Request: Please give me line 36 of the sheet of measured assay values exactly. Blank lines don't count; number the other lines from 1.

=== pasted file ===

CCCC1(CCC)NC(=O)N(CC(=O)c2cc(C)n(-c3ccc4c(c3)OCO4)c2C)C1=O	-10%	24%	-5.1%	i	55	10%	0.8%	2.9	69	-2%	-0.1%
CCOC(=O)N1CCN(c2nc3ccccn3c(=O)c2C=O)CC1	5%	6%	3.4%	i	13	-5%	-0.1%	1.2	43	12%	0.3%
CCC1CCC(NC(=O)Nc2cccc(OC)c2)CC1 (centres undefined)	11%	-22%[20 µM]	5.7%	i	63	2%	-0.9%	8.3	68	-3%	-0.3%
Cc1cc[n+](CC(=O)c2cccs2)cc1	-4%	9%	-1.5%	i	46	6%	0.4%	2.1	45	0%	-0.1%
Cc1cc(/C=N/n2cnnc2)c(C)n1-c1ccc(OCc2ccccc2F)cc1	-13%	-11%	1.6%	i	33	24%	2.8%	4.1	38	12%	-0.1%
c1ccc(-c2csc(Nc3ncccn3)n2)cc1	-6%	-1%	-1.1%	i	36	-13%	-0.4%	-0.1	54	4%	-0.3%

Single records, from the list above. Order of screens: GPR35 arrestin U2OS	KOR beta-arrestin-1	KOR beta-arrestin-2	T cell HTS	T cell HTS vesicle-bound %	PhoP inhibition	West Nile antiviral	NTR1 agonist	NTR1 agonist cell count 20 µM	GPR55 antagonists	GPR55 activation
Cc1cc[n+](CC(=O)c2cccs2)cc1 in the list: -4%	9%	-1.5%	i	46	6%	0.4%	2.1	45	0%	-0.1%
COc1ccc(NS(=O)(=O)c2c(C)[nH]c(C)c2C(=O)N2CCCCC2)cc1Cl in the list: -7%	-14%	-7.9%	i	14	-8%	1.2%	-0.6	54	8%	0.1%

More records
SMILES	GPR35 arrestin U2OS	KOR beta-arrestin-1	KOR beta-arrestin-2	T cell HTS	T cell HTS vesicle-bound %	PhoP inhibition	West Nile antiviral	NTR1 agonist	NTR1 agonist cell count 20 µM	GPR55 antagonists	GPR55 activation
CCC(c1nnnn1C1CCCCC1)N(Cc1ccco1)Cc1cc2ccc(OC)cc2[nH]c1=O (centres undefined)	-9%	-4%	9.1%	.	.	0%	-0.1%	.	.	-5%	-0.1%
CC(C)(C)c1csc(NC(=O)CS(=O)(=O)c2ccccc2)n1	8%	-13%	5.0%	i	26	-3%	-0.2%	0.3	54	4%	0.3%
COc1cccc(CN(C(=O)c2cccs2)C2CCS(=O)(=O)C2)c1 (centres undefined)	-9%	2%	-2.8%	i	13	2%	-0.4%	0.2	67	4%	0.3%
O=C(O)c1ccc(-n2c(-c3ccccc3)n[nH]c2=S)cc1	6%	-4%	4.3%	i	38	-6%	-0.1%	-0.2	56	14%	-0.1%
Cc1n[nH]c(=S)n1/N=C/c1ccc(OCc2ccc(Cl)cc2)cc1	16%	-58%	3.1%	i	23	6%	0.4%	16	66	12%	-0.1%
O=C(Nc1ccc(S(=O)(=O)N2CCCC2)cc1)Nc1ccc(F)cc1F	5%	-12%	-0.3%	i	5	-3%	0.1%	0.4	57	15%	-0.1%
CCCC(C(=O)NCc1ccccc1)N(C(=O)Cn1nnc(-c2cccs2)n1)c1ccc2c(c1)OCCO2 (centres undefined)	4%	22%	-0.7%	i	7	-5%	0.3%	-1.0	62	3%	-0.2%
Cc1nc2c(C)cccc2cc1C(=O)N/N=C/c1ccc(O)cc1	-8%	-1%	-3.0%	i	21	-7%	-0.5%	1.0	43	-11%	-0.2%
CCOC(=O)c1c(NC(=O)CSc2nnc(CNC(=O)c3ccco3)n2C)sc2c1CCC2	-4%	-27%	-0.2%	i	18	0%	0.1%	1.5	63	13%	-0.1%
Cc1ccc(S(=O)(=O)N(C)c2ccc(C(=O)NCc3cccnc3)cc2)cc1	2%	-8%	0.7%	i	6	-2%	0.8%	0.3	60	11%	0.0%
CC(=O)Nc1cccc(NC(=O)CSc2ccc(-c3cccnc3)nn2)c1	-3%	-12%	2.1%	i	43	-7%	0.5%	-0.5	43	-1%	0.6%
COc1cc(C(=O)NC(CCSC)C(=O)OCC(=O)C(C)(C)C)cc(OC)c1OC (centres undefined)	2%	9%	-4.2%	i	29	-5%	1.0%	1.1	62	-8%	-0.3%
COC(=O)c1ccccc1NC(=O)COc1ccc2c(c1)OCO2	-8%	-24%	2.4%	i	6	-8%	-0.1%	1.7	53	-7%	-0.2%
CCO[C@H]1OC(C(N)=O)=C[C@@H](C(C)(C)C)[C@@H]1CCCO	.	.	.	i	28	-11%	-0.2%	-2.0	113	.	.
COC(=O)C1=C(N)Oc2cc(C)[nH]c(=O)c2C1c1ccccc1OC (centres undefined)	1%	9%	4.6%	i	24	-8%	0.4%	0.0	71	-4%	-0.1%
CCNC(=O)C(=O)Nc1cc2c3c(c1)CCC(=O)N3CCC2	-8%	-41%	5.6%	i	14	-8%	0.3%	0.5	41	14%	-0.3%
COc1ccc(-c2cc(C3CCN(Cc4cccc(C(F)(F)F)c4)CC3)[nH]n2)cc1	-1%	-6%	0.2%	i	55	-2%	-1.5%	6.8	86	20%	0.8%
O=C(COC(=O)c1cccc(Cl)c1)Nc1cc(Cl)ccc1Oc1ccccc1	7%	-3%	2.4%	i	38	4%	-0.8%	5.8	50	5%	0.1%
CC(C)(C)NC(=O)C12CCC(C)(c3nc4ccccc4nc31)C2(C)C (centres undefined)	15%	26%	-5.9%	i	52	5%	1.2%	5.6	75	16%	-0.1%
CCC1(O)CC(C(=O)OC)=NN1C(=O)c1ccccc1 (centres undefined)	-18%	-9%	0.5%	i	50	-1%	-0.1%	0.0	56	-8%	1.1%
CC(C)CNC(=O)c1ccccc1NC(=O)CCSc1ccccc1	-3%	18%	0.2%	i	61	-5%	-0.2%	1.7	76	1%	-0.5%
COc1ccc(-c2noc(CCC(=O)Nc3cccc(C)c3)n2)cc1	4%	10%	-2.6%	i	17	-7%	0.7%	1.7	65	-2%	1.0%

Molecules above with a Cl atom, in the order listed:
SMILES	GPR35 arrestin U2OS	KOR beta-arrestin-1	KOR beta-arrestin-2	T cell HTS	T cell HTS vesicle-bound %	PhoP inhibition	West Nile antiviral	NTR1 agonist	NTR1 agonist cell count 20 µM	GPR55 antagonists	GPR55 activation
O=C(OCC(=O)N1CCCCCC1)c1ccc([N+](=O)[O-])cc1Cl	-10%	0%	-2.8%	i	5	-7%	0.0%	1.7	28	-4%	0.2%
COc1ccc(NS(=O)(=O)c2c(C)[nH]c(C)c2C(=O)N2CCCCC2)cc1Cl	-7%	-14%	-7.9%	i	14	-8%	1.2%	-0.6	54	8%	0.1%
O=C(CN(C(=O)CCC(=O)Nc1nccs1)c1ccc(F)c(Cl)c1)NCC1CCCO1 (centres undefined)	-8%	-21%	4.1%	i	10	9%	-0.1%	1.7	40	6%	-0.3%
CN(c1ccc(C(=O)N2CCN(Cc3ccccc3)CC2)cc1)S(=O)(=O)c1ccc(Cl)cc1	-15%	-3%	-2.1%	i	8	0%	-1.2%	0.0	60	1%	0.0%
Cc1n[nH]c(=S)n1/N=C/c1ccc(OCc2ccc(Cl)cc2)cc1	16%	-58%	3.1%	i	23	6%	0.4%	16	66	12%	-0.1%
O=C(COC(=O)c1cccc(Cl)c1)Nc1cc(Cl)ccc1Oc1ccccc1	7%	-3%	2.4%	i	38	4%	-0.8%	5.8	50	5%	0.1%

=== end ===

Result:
O=C(OCC(=O)N1CCCCCC1)c1ccc([N+](=O)[O-])cc1Cl	-10%	0%	-2.8%	i	5	-7%	0.0%	1.7	28	-4%	0.2%